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Trade with China and skill upgrading: Evidence from Belgian firm level data

  • Giordano Mion


    (National Bank of Belgium, Research Department
    London School of Economics, Department of Geography and Environment)

  • Hylke Vandenbussche


    (Université Catholique de Louvain

  • Linke Zhu


    (Catholic University of Leuven

We use Belgian firm-level data over the period 1996-2007 to analyze the impact of imports from China and other low-wage countries on firm growth, exit, and skill upgrading in manufacturing. For this purpose we use both industry-level and firm-level imports by country of origin and distinguish between firm-level outsourcing of final versus intermediate goods. Results indicate that, both industry-level import competition and firm-level outsourcing to China reduce firm employment growth and induce skill upgrading. In contrast, industry-level imports have no effect on Belgian firm survival, while firm-level outsourcing of finished goods to China even increased firm's probability of survival. In terms of skill upgrading, the effect of Chinese imports is large. Industry import competition from China accounts for 42% (20%) of the within firm increase in the share of skilled workers (non-production workers) in Belgian manufacturing over the period of our analysis, but these effects, as well as the employment reducing effect, remain mainly in low-tech industries. Firm-level outsourcing to China further accounts for a small but significant increase in the share of nonproduction workers. This change in employment structure is in line with predictions of offshoring models and Schott's (2008) 'moving up the quality ladder' story. All these results are robust to IV estimation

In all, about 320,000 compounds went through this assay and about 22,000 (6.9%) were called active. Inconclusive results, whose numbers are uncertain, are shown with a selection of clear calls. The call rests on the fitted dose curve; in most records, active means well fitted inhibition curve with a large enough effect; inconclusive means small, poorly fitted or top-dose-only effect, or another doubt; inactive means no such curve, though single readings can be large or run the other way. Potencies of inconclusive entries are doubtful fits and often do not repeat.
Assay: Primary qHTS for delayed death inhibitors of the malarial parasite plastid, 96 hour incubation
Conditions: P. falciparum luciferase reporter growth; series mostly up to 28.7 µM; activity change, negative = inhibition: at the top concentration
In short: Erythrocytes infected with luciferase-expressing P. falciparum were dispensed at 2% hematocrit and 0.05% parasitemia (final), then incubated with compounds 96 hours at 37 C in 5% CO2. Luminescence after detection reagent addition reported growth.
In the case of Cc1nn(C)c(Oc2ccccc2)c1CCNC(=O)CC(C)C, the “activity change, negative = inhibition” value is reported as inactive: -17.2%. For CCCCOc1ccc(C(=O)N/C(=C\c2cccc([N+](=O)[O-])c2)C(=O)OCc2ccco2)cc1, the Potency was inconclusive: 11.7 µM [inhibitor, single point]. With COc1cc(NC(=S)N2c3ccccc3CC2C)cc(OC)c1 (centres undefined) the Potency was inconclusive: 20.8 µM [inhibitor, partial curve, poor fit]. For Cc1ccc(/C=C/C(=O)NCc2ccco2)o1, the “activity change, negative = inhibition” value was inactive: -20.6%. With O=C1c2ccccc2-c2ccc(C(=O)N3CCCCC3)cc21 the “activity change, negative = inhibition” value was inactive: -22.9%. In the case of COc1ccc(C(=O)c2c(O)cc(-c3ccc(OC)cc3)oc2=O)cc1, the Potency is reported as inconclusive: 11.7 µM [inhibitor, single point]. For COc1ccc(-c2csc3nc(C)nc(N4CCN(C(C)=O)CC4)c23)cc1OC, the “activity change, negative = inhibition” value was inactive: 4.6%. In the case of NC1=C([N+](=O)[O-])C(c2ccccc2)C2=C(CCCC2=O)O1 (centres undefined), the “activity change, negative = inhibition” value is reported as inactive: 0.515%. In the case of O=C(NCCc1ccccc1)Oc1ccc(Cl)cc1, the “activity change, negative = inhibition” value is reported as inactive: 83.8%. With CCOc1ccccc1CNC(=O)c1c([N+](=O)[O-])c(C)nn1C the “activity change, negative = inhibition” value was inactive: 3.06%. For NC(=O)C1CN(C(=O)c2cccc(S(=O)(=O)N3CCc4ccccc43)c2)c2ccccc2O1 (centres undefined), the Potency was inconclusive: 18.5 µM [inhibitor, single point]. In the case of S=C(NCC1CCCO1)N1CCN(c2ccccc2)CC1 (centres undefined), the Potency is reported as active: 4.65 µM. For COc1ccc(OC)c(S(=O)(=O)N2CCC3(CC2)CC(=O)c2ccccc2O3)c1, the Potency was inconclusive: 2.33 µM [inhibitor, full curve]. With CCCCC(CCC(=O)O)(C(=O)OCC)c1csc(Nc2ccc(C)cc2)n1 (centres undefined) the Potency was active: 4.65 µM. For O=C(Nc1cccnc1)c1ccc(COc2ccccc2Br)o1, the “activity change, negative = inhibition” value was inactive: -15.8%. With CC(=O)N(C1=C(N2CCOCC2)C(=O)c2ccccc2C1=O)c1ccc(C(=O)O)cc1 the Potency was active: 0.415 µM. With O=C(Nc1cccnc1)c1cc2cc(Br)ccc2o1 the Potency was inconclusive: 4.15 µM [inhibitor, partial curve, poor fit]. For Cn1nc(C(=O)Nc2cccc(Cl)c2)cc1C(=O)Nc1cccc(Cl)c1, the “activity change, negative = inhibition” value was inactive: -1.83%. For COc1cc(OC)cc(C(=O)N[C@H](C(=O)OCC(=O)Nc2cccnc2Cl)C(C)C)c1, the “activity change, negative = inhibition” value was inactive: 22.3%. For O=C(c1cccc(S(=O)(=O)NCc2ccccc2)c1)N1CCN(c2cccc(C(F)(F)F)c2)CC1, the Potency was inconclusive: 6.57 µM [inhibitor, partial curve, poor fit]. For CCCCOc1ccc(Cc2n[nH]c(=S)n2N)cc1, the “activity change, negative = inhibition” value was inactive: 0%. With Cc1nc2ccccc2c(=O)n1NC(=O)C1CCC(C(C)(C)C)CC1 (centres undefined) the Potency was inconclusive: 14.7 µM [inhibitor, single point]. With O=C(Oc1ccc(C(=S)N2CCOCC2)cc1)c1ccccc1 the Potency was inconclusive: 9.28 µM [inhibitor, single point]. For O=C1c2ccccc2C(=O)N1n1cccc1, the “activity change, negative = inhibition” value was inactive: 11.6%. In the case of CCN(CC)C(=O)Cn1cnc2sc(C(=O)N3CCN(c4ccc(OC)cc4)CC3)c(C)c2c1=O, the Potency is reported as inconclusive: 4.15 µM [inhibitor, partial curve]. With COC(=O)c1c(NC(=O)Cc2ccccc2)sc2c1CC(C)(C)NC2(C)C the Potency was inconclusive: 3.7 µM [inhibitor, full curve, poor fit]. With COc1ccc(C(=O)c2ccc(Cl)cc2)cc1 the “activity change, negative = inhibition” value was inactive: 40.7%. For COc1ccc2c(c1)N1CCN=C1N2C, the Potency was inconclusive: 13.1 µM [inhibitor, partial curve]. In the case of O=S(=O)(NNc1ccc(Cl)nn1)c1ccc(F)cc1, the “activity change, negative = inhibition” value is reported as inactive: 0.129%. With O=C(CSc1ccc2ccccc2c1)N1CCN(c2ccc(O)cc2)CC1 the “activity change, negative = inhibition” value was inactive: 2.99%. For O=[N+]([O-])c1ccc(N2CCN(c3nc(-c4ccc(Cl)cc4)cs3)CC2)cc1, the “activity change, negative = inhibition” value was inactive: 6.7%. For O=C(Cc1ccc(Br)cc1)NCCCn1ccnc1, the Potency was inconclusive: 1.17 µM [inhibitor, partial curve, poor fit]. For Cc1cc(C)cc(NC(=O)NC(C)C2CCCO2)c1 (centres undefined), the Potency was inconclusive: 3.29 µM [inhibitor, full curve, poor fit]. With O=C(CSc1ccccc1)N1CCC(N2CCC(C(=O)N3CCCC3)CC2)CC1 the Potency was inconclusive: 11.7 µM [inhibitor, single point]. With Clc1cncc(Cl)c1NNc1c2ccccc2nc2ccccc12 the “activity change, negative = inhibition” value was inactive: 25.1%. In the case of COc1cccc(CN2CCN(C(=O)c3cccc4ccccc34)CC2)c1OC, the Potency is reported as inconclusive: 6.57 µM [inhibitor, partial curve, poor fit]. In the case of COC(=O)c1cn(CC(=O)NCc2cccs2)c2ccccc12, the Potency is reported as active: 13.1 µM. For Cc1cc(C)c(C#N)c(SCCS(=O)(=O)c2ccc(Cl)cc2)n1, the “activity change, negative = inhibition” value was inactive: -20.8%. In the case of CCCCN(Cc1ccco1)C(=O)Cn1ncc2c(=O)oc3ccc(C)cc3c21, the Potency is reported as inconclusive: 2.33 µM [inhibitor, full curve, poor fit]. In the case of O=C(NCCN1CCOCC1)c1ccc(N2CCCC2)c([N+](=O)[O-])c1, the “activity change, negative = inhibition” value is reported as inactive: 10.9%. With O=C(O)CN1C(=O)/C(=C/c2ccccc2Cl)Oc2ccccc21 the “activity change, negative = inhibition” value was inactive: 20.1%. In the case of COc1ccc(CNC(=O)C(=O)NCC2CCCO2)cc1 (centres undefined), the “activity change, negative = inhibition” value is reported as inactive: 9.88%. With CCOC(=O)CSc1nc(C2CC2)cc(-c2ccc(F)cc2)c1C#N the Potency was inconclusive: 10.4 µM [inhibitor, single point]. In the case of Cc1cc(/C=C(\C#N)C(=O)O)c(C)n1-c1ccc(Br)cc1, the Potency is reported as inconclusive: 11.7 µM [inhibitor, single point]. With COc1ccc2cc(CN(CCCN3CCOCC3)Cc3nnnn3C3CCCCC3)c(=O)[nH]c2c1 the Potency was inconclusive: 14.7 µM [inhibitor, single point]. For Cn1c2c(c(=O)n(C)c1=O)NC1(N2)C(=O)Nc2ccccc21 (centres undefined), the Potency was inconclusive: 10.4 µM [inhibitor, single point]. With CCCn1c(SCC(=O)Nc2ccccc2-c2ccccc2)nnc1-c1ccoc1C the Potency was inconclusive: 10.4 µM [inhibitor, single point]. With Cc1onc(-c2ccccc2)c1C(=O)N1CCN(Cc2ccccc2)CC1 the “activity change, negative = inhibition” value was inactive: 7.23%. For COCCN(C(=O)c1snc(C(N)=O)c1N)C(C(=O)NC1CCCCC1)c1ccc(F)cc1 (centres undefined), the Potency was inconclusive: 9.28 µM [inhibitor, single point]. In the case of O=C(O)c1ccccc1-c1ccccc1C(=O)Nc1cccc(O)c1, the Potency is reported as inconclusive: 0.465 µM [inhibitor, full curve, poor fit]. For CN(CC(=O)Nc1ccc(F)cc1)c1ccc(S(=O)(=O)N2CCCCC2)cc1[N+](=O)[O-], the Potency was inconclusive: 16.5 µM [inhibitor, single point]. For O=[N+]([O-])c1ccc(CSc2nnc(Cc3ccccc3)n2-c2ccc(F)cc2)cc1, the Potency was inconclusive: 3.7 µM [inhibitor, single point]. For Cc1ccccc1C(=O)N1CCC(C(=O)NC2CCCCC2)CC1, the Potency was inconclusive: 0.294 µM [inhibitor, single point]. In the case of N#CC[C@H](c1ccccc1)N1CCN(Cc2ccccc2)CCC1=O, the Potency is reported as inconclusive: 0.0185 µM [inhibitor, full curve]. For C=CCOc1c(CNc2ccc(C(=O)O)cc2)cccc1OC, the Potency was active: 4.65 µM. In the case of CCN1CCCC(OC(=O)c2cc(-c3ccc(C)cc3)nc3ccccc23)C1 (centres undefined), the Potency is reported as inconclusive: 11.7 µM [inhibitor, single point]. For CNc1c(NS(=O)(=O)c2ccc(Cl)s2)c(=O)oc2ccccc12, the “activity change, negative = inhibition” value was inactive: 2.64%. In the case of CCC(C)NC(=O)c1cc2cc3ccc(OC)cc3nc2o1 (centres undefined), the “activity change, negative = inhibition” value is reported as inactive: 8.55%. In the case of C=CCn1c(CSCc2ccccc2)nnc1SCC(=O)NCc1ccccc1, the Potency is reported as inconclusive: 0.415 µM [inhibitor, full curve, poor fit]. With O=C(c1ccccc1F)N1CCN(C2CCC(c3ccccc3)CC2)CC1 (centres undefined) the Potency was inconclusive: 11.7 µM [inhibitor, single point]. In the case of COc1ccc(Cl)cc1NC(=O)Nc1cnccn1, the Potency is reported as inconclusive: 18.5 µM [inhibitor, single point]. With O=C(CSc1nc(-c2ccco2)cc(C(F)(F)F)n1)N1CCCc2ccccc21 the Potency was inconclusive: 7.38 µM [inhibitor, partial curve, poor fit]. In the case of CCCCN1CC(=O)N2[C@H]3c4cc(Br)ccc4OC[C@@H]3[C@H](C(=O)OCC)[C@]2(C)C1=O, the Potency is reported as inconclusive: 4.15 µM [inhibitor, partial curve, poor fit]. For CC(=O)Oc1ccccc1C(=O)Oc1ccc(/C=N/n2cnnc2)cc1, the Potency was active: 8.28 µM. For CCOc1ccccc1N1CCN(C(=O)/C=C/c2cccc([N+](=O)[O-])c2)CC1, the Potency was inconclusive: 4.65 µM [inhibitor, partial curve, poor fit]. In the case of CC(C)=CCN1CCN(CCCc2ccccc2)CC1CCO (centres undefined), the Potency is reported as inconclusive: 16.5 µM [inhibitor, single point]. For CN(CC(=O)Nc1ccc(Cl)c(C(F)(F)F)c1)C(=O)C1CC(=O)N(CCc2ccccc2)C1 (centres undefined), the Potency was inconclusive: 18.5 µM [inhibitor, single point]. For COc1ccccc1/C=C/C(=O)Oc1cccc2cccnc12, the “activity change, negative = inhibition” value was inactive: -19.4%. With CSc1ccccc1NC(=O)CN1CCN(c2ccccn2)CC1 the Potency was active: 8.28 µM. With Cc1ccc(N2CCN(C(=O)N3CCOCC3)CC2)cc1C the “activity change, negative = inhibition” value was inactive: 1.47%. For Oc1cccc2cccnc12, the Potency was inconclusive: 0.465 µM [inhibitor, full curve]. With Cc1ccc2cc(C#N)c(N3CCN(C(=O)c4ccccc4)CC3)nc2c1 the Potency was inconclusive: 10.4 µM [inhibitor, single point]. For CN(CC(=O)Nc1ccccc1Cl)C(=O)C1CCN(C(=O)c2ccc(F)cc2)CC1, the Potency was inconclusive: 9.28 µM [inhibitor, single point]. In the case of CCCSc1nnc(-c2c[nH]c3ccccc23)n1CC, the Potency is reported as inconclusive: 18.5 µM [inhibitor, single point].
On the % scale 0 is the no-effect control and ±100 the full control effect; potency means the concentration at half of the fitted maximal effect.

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Paper provided by National Bank of Belgium in its series Working Paper Research with number 194.

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Length: 52 pages
Date of creation: Sep 2010
Date of revision:
Handle: RePEc:nbb:reswpp:201009-22
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